While Erik and Bowlturner have given good answers, I will suggest that evolution would discourage such abilities.
As the starfish creature ascends to sentience, more and more brainpower is being used to manipulate symbols and concepts, and presumably manipulating appendages at the ends of each arm. A complex visual processing system is also being developed (at the simplest, I would think one eye per segment, but there might be hundreds of tiny eyes scattered across the creature). In an aquatic environment, the senses of taste and smell would also be vitally important, so a good chunk of brain is working on that as well. In addition, the creature might have other senses, for example, the ability to register electrical fields (much like sharks have to sense the presence of potential prey).
When the creature was still a primitive starfish, the sense organs would have become highly developed and lots of brain power devoted to that. Regenerating after being ripped in half made it important that the surviving part(s) could still sense possible predators while regenerating, so the Starfish ability to renew makes sense.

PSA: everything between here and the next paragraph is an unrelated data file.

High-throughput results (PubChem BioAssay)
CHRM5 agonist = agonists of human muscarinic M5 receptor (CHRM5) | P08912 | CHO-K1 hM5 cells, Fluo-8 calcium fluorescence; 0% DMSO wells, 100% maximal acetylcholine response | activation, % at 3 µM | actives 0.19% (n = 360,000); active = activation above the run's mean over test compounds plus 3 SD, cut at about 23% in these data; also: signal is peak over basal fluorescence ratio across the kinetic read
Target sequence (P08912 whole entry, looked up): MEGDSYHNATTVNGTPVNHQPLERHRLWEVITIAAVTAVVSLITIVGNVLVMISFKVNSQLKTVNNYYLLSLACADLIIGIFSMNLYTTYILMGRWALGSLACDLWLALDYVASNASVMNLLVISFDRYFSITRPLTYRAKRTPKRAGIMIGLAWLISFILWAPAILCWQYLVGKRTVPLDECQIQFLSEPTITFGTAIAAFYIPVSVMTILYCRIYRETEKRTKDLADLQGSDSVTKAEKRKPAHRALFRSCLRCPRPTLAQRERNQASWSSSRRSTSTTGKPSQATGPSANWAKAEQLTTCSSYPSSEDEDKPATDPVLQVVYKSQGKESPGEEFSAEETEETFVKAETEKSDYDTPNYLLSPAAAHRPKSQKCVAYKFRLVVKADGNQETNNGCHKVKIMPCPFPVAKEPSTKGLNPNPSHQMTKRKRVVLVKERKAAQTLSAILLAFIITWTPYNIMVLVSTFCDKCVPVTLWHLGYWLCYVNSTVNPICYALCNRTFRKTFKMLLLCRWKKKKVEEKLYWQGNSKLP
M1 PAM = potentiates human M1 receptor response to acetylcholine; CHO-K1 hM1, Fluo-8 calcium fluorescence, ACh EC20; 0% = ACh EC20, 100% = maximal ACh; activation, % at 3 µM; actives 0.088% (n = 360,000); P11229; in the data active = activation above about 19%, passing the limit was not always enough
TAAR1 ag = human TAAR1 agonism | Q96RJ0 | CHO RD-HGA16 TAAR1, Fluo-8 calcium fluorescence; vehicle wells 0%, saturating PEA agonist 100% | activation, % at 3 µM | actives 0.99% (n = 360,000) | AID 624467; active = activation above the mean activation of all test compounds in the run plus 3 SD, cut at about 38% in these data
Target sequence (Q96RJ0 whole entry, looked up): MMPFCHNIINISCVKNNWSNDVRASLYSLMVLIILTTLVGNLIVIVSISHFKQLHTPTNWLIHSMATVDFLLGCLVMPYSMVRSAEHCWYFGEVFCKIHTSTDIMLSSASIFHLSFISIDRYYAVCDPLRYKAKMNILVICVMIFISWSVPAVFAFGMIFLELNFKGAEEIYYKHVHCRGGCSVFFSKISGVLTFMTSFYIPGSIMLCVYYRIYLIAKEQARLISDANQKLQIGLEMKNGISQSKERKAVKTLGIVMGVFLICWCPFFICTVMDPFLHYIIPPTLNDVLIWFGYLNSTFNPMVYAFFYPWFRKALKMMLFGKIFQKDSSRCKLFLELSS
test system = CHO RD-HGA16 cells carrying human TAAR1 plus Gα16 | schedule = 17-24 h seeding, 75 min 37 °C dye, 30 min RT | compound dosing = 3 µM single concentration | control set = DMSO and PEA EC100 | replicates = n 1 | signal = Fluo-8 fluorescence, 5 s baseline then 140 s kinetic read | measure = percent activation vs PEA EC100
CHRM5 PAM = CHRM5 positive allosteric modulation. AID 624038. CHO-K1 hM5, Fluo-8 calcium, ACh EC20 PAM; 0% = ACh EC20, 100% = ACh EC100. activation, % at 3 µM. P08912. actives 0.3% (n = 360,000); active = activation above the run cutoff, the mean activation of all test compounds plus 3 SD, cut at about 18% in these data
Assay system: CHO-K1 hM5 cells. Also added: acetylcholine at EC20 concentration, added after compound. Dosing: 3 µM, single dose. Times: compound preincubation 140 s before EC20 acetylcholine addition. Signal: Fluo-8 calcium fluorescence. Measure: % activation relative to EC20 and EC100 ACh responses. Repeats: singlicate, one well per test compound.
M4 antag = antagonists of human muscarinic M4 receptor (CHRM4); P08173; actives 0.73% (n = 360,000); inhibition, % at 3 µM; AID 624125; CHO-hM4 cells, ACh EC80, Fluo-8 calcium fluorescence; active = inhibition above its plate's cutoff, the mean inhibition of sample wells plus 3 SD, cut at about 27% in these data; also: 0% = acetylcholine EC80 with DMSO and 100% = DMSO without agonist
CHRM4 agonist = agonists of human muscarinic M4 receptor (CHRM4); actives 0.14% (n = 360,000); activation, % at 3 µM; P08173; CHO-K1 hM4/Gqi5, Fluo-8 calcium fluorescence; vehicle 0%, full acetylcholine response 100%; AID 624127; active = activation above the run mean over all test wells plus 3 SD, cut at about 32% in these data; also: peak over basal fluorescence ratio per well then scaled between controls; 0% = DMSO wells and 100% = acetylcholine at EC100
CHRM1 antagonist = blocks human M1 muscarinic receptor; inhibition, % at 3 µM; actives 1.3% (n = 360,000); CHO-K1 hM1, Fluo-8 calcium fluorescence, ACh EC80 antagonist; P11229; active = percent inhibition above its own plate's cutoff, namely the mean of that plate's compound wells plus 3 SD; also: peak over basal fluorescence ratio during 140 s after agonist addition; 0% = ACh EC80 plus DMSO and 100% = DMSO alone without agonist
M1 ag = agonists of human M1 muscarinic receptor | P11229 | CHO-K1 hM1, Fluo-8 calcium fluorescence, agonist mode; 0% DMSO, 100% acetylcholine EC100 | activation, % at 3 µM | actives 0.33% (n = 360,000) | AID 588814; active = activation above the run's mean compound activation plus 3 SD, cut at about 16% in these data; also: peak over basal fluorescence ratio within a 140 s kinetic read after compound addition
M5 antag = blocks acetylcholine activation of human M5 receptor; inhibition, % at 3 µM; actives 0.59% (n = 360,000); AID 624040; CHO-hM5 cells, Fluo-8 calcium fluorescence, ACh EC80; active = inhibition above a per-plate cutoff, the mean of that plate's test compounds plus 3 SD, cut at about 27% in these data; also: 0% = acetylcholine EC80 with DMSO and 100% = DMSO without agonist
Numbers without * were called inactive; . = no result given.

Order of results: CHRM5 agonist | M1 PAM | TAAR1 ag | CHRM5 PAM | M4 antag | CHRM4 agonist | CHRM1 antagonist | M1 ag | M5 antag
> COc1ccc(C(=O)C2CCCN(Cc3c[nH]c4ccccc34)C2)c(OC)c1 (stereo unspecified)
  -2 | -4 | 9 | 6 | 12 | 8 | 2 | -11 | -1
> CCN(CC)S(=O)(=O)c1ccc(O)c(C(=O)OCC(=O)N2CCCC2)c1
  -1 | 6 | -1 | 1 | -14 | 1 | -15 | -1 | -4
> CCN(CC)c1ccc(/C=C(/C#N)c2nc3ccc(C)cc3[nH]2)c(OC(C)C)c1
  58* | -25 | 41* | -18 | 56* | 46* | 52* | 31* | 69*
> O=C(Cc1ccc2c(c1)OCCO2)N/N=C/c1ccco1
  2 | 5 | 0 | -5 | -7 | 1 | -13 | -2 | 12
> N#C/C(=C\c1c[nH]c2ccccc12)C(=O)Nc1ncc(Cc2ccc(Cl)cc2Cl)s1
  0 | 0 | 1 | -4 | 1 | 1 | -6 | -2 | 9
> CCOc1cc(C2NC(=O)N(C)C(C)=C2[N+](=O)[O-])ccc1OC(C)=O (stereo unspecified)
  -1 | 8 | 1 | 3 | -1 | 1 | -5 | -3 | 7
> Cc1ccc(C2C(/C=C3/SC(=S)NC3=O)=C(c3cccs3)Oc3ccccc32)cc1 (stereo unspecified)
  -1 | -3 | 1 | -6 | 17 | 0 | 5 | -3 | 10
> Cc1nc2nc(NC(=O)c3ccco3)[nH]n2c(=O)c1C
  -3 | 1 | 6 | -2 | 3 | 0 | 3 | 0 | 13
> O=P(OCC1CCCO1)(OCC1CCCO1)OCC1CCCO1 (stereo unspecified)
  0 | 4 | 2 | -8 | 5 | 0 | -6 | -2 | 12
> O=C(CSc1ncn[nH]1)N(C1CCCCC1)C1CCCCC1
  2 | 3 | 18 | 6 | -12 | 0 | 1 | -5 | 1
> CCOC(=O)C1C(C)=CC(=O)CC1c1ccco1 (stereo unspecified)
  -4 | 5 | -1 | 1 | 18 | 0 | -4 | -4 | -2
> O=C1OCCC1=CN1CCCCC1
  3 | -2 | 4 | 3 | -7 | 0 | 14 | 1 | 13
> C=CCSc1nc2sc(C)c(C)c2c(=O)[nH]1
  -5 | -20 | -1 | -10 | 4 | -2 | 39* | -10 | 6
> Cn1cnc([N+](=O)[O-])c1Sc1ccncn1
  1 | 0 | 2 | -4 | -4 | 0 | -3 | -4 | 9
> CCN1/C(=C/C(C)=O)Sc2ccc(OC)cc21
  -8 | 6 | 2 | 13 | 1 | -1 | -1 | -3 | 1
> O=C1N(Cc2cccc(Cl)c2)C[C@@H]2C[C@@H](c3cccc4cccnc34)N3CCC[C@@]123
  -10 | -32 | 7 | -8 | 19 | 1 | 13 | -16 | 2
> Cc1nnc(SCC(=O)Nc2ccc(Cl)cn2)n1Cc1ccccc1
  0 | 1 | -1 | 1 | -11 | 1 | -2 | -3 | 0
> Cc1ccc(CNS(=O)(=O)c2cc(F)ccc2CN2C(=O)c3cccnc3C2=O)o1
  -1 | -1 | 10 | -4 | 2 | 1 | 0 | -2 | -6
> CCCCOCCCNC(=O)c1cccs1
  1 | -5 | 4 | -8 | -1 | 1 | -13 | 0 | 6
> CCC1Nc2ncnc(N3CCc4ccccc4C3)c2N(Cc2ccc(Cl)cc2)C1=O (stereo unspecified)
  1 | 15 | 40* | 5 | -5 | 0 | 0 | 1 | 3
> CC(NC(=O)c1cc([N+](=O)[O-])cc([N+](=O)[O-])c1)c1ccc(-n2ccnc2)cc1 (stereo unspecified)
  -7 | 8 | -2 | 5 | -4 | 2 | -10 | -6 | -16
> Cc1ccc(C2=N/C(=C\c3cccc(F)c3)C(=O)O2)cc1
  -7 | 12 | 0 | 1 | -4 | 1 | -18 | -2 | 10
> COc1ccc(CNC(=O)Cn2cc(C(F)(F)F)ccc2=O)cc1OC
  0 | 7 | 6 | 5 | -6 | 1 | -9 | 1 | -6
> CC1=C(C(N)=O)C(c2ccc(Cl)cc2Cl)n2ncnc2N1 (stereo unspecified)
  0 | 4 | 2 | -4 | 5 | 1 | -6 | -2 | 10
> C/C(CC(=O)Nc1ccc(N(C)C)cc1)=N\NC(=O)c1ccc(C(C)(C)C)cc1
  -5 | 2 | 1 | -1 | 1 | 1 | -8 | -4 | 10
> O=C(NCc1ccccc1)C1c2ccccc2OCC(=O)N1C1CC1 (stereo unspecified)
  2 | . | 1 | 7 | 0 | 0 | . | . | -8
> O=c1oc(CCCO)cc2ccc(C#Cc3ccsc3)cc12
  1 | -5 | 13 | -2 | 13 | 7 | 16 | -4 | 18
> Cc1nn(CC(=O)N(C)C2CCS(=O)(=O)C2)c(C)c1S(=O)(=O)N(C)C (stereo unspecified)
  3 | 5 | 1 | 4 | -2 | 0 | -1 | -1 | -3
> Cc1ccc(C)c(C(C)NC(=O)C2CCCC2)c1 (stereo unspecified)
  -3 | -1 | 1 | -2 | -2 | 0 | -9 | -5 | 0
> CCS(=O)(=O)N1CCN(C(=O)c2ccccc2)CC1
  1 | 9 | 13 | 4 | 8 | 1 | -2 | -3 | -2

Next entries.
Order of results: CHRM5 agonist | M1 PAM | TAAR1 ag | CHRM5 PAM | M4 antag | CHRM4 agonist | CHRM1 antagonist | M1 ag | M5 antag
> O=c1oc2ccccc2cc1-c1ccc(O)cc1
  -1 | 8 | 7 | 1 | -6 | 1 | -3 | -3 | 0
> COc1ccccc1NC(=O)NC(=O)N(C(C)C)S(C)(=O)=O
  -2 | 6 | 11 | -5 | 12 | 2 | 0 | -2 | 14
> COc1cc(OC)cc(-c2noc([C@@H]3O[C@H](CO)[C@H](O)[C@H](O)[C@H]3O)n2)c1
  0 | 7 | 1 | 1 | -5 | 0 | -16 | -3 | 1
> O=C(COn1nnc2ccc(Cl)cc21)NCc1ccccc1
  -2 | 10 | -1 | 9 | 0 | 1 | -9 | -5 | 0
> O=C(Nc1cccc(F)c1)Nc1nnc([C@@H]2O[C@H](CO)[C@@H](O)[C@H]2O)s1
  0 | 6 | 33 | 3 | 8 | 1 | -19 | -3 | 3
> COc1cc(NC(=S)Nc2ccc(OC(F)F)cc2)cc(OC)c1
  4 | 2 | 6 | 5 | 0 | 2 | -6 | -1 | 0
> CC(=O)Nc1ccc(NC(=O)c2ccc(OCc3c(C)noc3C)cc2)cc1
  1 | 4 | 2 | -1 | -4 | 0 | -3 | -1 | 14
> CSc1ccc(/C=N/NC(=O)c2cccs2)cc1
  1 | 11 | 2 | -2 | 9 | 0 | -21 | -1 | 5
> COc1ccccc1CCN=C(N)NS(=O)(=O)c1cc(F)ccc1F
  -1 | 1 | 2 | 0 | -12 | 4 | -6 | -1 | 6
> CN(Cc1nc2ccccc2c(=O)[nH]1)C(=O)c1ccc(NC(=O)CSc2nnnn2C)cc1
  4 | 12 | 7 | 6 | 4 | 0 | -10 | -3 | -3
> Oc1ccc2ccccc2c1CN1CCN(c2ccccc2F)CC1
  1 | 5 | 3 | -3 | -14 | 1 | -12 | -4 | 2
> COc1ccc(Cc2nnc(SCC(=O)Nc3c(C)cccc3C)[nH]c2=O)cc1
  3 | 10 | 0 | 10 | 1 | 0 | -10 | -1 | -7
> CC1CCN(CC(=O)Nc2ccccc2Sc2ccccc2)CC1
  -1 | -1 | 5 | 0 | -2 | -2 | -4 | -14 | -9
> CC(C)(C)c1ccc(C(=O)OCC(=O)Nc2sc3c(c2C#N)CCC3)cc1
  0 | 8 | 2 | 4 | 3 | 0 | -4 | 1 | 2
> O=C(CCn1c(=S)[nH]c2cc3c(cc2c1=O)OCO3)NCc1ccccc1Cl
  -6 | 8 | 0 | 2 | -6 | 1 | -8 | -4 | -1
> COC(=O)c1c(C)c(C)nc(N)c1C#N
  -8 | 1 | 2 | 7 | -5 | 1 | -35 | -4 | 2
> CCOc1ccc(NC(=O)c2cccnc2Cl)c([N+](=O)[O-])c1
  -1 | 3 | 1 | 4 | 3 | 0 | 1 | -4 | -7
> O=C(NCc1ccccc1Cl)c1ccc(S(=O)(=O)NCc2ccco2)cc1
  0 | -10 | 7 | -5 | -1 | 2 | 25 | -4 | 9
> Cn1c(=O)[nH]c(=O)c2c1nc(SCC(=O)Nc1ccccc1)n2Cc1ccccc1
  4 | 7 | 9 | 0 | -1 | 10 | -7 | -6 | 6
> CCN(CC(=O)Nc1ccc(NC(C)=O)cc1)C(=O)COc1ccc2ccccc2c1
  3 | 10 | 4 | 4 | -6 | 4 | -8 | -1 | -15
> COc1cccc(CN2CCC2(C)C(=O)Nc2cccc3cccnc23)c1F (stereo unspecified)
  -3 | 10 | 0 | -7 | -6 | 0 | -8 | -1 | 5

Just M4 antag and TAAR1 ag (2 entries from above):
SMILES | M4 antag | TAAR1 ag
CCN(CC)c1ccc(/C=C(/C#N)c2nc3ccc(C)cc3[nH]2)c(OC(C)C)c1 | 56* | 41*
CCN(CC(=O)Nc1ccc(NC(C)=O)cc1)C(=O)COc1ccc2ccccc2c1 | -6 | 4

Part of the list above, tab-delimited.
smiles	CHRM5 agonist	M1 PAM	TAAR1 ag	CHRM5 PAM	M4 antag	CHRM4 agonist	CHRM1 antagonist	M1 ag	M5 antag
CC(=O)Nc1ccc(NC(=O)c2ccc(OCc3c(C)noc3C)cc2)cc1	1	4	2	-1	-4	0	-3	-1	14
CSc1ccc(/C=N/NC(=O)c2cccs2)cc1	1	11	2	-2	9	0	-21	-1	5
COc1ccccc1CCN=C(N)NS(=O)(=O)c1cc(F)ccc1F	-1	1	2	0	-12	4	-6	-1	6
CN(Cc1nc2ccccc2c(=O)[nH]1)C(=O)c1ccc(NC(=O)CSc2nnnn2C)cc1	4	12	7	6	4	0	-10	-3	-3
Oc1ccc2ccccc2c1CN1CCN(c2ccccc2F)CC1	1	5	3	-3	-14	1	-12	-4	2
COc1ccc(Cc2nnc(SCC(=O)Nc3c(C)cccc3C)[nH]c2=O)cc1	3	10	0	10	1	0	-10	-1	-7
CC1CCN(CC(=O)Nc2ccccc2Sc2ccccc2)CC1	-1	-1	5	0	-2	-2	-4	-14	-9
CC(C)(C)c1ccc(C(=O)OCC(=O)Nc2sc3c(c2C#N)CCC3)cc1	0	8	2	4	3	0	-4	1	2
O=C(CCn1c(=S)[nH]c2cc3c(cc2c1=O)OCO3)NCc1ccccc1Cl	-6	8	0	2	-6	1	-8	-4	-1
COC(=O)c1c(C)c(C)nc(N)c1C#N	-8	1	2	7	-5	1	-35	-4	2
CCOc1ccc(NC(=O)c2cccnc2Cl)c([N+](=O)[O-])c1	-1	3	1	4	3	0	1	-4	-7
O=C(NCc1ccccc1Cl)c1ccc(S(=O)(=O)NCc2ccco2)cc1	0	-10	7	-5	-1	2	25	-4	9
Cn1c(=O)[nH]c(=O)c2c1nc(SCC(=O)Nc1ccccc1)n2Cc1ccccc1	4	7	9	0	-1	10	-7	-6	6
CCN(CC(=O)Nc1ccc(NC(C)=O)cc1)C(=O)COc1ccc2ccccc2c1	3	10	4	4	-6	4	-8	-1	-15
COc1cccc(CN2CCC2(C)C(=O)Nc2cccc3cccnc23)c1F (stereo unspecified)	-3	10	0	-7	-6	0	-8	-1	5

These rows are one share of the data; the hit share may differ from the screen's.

As the creature gets more advanced, the "frontal lobes" (or whatever the equivalent in this being) need to become more and more powerful, and take more and more of the processing power and life support. Being severed by a predatory beast or enemy starfish wielding an obsidian axe is going to be massively disruptive to the higher part of the brain, and while the human and mammalian brains are very plastic, I suspect the limits are not high enough for a full fledged separation.
The regrowing of a lot of higher order brain tissue is not going to be enough, since the surviving half(s) of the creature will also need to learn everything all over again to replace the knowledge and memories lost in the destroyed parts of the brain. The evolutionary disadvantage of devoting so much metabolic process to being prepared to regenerate is probably going to highly disadvantage the beings who retain this compared to the ones who have "streamlined" their metabolisms and nervous systems. They will be simply out-thought by any non regenerating sub species.
Of course, in the very long run, as they become technologically more advanced, they may eventually discover ways to re engage these metabolic pathways via surgery or advanced genetic engineering or stem cells, much like human scientists are working of discovering how we could regenerate limbs.